Life After Death

Photo: Philip Friedman/Studio D

4 of 17
Life After Death
416 pages; Blue Rider Press
You may remember Damien Echols as one of the "West Memphis Three." He and two friends served 18 years in prison for the murder of three young boys before being released in 2011 after DNA evidence supported their claims of innocence. Echols's memoir, Life After Death, isn't only a story of justice delayed; it's also a tale of romance, resilience, and the power of the written word. While on death row, Echols was served unwashed, insect-infested vegetables, beaten by prison guards, and thrown into solitary confinement. Eventually he discovered he could retreat "into the world of the mind." He devoured thousands of books in prison, including texts on Judaism, Christianity, and Buddhism. He also found comfort in mail from supporters, including Lorri Davis, a New York-based architect who wrote to him after seeing a documentary about his case. Their letters led to visits, then marriage. Davis became his fiercest advocate, working to keep public attention focused on the case. Echols, who was 36 when he left prison, writes about his wife with a kind of awe. "I would go through everything I've been through again if I knew that's what it would take for Lorri to find me. She found me when I was drowning and breathed life into me."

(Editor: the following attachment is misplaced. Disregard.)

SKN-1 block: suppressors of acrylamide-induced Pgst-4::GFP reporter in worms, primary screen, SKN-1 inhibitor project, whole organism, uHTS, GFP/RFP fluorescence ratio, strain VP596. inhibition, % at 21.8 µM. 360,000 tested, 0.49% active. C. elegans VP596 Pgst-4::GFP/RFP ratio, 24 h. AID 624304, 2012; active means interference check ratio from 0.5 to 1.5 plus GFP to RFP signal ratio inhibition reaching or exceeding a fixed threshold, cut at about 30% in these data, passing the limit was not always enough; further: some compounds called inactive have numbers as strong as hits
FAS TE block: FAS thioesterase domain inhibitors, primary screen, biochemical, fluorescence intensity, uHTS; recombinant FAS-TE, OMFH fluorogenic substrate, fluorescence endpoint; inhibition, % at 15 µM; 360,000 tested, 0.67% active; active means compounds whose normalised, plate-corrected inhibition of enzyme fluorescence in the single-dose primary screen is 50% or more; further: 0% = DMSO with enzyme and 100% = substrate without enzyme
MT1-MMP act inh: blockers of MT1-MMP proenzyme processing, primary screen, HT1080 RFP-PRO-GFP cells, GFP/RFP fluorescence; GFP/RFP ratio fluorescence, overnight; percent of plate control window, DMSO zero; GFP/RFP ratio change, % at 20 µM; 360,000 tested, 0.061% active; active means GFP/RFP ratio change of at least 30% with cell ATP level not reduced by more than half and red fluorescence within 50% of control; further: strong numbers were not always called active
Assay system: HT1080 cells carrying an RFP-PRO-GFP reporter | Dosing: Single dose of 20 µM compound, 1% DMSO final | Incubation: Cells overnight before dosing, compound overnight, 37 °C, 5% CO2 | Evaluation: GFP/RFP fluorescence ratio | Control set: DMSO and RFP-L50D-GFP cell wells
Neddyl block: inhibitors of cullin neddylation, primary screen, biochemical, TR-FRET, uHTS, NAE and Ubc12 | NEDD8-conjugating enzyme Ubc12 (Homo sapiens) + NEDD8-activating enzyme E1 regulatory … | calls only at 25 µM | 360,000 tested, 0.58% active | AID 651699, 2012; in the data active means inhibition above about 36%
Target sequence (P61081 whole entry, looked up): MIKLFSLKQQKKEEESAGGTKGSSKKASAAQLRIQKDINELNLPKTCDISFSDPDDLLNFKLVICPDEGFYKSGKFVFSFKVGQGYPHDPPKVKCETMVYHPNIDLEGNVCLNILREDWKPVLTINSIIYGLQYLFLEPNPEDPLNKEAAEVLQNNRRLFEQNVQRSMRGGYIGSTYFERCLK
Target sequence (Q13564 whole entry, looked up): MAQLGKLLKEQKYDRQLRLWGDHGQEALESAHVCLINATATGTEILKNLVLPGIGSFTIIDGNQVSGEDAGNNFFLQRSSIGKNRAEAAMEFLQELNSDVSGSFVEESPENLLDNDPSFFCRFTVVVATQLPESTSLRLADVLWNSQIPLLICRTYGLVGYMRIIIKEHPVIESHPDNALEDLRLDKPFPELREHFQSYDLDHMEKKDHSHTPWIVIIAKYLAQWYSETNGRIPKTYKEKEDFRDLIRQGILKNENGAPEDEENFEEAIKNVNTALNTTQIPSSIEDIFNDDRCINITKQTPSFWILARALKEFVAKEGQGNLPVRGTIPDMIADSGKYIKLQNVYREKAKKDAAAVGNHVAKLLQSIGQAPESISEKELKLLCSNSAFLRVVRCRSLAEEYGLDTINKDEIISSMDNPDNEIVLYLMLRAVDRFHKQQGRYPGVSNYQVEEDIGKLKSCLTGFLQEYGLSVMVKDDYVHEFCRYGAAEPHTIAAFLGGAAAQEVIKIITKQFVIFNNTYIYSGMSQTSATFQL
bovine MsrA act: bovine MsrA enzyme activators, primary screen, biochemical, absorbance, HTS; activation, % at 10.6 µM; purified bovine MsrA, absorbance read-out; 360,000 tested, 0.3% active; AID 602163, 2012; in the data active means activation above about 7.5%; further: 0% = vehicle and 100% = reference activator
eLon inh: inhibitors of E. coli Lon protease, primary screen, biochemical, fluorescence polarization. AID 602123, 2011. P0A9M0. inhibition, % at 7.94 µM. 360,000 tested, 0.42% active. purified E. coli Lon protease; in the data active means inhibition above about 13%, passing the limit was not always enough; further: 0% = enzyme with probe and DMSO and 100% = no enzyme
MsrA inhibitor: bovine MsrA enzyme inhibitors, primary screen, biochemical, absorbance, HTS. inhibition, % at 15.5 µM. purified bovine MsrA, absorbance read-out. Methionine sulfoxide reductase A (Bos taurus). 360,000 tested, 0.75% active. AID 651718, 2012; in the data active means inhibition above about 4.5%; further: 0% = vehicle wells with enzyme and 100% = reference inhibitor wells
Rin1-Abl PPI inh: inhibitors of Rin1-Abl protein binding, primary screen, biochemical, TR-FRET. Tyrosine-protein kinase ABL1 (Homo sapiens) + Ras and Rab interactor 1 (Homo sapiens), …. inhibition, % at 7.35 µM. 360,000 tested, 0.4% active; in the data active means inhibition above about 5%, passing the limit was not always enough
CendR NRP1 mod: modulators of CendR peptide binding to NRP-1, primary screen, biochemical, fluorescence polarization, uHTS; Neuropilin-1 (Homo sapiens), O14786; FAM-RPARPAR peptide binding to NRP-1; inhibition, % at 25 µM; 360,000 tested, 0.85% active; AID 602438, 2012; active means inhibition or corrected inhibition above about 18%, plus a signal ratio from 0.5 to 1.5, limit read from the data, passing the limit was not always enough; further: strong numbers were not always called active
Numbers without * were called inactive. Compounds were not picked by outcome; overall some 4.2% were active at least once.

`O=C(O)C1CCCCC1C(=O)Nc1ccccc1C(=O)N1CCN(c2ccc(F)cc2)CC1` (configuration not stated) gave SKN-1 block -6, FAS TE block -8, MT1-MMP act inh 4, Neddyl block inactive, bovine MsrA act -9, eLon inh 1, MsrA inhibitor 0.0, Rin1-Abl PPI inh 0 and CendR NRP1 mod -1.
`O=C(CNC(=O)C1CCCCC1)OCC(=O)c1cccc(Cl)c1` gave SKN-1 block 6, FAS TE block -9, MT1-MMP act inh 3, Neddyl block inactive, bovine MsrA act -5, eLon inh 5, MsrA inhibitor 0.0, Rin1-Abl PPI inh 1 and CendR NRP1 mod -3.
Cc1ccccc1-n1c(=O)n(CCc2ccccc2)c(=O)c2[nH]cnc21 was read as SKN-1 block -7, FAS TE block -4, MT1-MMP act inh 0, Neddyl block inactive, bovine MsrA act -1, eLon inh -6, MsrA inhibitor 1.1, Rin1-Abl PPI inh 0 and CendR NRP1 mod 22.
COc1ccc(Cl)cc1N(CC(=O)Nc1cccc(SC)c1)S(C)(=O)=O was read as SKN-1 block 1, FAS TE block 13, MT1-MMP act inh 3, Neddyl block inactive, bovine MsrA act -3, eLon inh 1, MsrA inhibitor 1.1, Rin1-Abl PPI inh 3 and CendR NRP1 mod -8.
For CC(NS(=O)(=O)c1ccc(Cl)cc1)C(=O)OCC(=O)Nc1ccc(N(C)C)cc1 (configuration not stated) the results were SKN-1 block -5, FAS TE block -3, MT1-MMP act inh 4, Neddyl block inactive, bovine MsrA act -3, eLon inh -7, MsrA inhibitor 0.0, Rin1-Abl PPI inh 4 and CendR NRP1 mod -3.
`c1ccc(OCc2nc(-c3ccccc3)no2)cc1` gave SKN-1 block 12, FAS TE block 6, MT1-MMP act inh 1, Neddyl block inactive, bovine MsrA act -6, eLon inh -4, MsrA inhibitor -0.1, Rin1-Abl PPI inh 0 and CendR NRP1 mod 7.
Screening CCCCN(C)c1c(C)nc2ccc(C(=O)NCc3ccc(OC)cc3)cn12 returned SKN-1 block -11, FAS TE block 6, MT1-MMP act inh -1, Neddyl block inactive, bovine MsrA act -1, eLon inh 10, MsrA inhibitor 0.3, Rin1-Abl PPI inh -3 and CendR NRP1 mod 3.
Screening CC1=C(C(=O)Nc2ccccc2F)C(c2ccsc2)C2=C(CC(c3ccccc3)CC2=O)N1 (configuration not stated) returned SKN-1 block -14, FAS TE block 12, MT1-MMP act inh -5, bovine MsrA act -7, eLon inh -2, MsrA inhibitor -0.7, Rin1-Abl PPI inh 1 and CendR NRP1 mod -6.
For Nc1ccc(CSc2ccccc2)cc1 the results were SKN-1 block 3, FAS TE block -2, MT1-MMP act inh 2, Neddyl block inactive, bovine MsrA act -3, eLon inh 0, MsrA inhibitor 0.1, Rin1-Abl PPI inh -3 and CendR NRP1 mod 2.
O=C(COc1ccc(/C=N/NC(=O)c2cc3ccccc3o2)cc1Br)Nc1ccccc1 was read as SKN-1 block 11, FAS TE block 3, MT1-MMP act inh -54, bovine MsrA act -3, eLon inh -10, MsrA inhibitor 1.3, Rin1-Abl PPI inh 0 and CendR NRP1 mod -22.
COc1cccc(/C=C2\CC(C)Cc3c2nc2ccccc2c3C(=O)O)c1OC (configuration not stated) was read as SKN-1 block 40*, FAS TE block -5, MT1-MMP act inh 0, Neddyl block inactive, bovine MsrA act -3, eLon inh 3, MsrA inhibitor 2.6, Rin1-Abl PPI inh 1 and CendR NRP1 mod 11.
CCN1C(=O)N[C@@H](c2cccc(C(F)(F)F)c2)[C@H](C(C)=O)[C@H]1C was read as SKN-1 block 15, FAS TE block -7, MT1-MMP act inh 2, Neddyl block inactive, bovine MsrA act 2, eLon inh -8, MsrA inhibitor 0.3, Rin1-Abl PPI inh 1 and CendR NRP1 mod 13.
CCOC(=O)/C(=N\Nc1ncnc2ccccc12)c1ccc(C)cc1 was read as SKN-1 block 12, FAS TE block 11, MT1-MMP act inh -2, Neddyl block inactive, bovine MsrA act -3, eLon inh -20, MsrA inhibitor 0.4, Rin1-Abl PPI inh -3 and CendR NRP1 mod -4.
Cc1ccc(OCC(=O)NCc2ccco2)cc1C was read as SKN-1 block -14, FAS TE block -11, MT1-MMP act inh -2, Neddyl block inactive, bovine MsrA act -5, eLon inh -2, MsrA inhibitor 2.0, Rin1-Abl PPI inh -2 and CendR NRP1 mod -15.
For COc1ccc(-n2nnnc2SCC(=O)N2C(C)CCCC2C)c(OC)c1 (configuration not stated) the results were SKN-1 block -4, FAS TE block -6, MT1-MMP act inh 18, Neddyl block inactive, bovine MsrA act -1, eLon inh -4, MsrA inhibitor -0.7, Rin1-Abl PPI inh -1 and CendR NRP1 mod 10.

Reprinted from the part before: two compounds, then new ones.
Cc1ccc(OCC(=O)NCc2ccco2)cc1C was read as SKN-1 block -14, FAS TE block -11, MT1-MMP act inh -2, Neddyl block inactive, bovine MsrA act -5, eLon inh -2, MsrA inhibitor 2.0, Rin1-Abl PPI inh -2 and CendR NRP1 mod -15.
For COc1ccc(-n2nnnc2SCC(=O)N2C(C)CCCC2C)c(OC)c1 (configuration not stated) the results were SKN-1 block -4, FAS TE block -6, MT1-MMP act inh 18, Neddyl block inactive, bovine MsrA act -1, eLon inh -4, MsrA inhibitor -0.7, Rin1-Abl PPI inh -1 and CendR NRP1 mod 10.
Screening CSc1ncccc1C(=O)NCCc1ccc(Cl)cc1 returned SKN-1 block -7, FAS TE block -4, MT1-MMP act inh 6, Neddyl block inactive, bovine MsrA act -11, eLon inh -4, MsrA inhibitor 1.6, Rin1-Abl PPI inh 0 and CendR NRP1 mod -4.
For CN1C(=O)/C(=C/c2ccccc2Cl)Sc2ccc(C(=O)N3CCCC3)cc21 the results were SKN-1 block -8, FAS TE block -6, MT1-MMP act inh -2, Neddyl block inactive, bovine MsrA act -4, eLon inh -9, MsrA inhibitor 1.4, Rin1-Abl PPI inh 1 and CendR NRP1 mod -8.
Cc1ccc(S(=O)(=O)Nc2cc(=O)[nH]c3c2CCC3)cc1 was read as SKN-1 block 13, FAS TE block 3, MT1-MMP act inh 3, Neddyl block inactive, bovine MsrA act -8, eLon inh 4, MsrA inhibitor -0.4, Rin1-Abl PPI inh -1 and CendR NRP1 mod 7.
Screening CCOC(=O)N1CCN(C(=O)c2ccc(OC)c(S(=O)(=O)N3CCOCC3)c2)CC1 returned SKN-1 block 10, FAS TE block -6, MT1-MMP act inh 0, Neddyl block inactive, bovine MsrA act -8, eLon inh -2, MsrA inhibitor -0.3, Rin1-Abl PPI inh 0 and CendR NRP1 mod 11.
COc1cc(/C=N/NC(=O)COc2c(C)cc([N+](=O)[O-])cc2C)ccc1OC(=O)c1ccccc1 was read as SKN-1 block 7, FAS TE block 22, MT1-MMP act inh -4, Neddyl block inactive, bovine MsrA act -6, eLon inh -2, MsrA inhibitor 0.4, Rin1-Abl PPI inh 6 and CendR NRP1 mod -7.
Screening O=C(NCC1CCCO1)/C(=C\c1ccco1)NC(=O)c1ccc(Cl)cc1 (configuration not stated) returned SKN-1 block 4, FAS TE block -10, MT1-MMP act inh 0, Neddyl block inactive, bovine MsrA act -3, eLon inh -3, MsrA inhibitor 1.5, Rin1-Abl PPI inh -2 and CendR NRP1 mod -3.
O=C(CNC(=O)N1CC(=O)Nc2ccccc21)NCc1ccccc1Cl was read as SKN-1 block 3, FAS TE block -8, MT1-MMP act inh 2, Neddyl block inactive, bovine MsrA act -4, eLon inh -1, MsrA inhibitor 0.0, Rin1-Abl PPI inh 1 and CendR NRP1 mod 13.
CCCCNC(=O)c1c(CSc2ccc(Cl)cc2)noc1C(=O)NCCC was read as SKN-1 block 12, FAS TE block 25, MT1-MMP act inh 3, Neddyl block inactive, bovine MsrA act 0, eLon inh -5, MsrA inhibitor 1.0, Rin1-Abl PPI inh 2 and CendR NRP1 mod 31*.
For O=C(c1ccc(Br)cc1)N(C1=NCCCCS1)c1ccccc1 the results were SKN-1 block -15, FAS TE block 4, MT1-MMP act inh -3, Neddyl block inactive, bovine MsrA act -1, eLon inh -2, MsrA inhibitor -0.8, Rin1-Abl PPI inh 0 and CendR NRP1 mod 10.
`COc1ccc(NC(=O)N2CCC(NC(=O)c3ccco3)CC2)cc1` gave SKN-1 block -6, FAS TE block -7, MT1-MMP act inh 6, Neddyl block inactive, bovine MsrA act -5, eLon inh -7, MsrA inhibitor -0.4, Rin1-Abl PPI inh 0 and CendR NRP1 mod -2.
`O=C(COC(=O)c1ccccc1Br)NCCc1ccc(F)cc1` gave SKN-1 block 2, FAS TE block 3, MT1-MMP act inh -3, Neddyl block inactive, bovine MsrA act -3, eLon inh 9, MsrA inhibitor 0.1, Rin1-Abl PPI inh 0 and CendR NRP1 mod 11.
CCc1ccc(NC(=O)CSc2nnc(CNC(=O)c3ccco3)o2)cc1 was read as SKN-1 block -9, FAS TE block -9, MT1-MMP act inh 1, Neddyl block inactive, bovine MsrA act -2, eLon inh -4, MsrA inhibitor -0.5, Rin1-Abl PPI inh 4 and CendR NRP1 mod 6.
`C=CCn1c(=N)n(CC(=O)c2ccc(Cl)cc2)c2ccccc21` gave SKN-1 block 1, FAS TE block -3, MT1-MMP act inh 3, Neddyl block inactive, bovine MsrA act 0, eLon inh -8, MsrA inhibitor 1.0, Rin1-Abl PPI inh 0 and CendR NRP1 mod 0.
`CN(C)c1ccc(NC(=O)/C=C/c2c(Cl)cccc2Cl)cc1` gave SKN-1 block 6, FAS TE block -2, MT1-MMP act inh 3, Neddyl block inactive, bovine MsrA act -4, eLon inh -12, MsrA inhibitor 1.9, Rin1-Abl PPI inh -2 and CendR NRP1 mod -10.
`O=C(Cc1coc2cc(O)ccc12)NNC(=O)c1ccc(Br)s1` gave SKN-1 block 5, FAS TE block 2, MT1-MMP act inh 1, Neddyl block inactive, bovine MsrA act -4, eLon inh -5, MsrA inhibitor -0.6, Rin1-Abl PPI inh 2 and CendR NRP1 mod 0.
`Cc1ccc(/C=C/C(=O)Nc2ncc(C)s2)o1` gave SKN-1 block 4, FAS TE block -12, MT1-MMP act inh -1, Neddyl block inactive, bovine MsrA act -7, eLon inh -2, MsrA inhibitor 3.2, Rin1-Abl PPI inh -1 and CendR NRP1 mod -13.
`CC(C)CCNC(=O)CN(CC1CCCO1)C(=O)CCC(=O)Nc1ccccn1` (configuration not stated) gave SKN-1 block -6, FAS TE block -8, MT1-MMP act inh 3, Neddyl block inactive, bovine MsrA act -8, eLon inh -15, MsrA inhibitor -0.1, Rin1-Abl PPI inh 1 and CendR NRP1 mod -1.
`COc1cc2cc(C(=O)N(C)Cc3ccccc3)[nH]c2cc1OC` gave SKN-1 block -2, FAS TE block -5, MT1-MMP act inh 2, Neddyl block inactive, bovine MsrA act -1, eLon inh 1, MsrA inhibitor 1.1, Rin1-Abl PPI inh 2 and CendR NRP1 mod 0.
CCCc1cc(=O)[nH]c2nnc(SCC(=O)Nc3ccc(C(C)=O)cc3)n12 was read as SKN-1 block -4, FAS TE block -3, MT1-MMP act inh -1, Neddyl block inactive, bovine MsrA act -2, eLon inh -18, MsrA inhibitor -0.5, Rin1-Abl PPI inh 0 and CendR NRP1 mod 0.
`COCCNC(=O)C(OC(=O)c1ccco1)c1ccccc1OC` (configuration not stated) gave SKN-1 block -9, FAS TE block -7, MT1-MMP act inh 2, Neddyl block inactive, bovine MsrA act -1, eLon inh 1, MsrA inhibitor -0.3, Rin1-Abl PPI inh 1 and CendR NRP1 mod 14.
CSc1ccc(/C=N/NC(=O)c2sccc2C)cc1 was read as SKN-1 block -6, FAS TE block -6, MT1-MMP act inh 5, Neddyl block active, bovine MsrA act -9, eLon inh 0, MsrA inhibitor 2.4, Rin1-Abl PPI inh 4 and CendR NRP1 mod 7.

— Stephanie Palumbo